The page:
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Presenting Author(s) Trent Stephens
Abstract Title What factors determine limb location in vertebrate embryos?
Full author List Trent Stephens
Text of abstract What factors are involved in determining where a limb bud will form on a vertebrate embryo? What factors determine where in an embryo an ensemble of genes will turn on, or not turn off, to impart limbness to a specific region of that embryo? Those questions encompass a large portion of the issue of limb initiation. In attempting to answer those questions, a much more basic question may be posed: is limb position a dependent or an independent phenomenon? That is, is the position of the limb unrelated to that of other structures in the embryo or does it correlate with the positions of any other structures? Research in my laboratory has previously demonstrated that there is a correlation between limb position and the position of other structures in the embryo, such as the ends of the yolk sac. We have demonstrated the existence of a limb forming zone (LFZ) extending nearly the entire length of vertebrate embryos. We have also demonstrated, in salamander embryos, that experimentally shortening the caudal end of the yolk sac causes the hind limbs to shift cranially as much as five segments within the LFZ. Our current research focuses on the experimental manipulation of forelimb location in chick embryos. If Hensen's node is blocked or removed during a very narrow temporal window (stages 9 and 10), the wing buds will form up to six somites cranial to their normal location. Hypotheses that may explain this positional shift will be discussed. Hypothesis 1: cells accumulate in front of the implanted barrier or functional end of the embryo providing a site of enhanced cell proliferation within the LFZ. Hypothesis 2: the barrier or abrupt end of the embryo causes some axial- or paraxial-derived signal to accumulate and stimulate limb development at that location.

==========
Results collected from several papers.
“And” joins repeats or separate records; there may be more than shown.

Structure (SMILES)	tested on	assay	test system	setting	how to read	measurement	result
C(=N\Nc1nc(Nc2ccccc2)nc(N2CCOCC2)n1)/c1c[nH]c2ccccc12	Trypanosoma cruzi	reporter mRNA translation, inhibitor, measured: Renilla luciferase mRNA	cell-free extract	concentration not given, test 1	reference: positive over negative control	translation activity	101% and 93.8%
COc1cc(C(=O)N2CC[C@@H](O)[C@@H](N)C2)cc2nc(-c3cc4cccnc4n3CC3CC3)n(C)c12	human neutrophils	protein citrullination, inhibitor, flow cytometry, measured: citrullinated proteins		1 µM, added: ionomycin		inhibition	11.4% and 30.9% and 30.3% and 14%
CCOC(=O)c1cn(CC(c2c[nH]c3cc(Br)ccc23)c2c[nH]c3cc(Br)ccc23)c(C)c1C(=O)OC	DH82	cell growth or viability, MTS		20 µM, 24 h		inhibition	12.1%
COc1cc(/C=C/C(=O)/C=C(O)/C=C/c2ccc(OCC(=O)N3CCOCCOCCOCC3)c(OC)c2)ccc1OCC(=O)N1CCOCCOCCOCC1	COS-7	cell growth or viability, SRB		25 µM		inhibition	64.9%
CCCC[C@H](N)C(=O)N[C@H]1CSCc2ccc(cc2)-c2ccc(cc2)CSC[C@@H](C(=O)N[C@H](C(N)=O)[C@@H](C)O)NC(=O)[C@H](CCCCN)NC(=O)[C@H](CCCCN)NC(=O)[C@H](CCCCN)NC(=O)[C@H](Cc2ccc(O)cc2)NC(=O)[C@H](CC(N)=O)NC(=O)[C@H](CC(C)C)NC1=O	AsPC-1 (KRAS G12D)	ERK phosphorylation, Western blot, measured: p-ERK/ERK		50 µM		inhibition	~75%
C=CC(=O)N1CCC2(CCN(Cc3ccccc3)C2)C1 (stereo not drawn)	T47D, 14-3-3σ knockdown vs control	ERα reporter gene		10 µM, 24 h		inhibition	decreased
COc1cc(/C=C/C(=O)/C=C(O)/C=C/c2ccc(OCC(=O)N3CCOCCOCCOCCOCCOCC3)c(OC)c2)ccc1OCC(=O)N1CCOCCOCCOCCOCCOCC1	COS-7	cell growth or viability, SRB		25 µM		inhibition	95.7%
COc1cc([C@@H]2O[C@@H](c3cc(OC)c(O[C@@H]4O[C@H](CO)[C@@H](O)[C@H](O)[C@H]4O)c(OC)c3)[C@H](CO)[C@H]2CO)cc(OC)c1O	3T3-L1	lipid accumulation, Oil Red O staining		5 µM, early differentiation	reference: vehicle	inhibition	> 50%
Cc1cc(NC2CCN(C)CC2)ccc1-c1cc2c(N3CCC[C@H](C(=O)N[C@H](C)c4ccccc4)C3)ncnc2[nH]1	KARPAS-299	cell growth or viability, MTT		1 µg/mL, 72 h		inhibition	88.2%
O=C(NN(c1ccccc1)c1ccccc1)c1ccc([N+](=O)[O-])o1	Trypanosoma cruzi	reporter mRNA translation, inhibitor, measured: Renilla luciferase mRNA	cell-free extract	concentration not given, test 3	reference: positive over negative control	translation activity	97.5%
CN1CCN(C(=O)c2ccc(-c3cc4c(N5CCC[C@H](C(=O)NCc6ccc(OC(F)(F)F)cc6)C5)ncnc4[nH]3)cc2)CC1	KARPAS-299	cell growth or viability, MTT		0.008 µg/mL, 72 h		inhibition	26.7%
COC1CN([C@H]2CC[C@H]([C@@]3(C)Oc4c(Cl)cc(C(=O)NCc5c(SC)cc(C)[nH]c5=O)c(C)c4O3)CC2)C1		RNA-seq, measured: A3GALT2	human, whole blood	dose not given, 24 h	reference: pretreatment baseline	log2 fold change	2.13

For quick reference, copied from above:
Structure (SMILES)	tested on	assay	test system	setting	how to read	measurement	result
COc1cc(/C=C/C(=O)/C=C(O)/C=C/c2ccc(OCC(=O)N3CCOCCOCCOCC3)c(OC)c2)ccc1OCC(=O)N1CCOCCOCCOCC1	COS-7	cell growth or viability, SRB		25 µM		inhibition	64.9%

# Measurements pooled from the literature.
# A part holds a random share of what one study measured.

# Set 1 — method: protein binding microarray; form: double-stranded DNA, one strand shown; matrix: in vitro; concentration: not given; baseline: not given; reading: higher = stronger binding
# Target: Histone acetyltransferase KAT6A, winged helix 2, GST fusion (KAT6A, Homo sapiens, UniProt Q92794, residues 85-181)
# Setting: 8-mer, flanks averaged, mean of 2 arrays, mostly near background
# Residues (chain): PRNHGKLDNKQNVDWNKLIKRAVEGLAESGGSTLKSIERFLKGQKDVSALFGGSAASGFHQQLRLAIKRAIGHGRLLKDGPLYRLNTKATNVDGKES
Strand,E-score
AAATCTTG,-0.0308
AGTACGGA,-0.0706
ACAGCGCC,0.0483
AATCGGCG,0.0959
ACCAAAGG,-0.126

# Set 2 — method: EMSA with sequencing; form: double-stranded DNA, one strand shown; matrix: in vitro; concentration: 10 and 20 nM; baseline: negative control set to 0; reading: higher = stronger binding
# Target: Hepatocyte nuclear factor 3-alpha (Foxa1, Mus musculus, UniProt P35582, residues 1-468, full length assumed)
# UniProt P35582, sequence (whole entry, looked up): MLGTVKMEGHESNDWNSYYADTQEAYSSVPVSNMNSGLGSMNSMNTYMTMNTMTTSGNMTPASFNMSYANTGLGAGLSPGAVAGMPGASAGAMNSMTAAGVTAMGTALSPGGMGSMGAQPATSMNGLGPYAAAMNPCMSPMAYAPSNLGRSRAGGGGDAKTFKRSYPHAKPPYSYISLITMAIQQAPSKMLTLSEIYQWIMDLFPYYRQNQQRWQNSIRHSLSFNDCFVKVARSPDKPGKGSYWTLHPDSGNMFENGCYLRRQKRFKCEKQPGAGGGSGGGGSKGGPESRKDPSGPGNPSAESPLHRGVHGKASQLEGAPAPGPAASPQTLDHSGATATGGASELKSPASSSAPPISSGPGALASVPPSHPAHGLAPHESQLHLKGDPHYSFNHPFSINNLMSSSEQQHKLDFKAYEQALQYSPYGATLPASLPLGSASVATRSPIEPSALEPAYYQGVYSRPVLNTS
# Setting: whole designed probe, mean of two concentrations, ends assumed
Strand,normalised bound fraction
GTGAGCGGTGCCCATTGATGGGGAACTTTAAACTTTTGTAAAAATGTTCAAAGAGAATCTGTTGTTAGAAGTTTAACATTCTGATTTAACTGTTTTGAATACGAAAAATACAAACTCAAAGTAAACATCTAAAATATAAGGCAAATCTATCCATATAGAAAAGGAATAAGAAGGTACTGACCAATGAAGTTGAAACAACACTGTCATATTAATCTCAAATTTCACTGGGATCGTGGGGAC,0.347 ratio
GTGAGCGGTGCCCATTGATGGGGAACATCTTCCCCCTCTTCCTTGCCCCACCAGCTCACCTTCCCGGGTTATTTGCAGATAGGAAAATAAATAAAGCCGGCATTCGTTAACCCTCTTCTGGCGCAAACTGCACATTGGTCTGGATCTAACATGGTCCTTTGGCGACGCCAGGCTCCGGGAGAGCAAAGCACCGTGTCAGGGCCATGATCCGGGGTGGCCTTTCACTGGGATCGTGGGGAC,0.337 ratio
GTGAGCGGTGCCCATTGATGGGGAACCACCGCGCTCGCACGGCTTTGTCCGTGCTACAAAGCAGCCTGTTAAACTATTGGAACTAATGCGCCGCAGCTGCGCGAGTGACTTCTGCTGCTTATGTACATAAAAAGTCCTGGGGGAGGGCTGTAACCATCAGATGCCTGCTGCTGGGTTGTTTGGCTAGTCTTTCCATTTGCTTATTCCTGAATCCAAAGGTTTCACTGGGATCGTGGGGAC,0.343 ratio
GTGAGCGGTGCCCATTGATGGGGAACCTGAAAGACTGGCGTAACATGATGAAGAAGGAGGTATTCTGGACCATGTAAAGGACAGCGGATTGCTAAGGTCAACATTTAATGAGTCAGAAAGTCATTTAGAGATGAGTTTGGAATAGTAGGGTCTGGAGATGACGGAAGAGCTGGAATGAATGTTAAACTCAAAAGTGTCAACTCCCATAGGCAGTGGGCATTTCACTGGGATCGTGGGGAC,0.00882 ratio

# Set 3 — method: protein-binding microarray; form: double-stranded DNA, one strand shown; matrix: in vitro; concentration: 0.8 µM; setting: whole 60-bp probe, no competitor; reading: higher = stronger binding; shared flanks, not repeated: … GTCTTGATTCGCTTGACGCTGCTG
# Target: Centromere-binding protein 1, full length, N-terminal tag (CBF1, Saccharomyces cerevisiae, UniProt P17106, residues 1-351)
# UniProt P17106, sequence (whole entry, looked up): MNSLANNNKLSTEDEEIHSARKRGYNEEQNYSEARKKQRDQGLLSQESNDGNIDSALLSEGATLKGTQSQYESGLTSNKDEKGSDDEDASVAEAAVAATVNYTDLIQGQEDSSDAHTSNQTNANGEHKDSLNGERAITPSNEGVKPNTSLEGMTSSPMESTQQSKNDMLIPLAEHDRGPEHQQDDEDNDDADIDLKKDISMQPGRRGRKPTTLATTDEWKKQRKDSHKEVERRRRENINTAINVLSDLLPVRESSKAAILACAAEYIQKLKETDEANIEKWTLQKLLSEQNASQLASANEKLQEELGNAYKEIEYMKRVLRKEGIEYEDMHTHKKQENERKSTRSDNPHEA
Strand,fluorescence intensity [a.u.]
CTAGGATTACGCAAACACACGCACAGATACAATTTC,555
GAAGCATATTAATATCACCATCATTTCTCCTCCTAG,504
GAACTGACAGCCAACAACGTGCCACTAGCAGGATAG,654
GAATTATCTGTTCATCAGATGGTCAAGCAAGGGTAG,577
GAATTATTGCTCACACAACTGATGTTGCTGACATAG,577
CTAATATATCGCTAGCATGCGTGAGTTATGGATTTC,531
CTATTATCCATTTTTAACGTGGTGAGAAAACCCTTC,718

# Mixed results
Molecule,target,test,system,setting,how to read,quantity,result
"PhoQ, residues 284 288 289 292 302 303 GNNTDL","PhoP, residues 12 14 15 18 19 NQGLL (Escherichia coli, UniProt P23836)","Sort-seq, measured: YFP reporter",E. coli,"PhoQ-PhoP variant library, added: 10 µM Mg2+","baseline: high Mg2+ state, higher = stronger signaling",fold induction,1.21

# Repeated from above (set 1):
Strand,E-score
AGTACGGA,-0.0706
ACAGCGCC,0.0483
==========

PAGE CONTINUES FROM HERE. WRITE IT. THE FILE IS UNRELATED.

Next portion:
Which session is your work most relevant to: Limb initiation